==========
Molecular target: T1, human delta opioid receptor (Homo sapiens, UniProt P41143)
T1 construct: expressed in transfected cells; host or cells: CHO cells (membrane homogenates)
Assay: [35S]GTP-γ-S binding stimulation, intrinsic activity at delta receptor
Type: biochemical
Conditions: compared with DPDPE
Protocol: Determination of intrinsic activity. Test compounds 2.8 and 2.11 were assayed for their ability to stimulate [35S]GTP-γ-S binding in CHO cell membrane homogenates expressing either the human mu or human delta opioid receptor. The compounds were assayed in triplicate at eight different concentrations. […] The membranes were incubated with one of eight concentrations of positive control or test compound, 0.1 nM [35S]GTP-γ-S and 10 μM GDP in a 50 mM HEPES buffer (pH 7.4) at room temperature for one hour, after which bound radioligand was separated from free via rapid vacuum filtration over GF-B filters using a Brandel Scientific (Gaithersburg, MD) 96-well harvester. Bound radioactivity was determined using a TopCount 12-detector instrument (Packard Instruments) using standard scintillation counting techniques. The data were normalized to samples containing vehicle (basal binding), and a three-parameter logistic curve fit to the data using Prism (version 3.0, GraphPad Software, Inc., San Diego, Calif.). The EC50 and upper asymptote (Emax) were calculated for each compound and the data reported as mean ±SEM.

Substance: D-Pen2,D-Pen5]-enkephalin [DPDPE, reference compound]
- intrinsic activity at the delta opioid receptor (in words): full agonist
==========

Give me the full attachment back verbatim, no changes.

Molecular target: T1, human delta opioid receptor (Homo sapiens, UniProt P41143)
T1 construct: expressed in transfected cells; host or cells: CHO cells (membrane homogenates)
Assay: [35S]GTP-γ-S binding stimulation, intrinsic activity at delta receptor
Type: biochemical
Conditions: compared with DPDPE
Protocol: Determination of intrinsic activity. Test compounds 2.8 and 2.11 were assayed for their ability to stimulate [35S]GTP-γ-S binding in CHO cell membrane homogenates expressing either the human mu or human delta opioid receptor. The compounds were assayed in triplicate at eight different concentrations. […] The membranes were incubated with one of eight concentrations of positive control or test compound, 0.1 nM [35S]GTP-γ-S and 10 μM GDP in a 50 mM HEPES buffer (pH 7.4) at room temperature for one hour, after which bound radioligand was separated from free via rapid vacuum filtration over GF-B filters using a Brandel Scientific (Gaithersburg, MD) 96-well harvester. Bound radioactivity was determined using a TopCount 12-detector instrument (Packard Instruments) using standard scintillation counting techniques. The data were normalized to samples containing vehicle (basal binding), and a three-parameter logistic curve fit to the data using Prism (version 3.0, GraphPad Software, Inc., San Diego, Calif.). The EC50 and upper asymptote (Emax) were calculated for each compound and the data reported as mean ±SEM.

Substance: D-Pen2,D-Pen5]-enkephalin [DPDPE, reference compound]
- intrinsic activity at the delta opioid receptor (in words): full agonist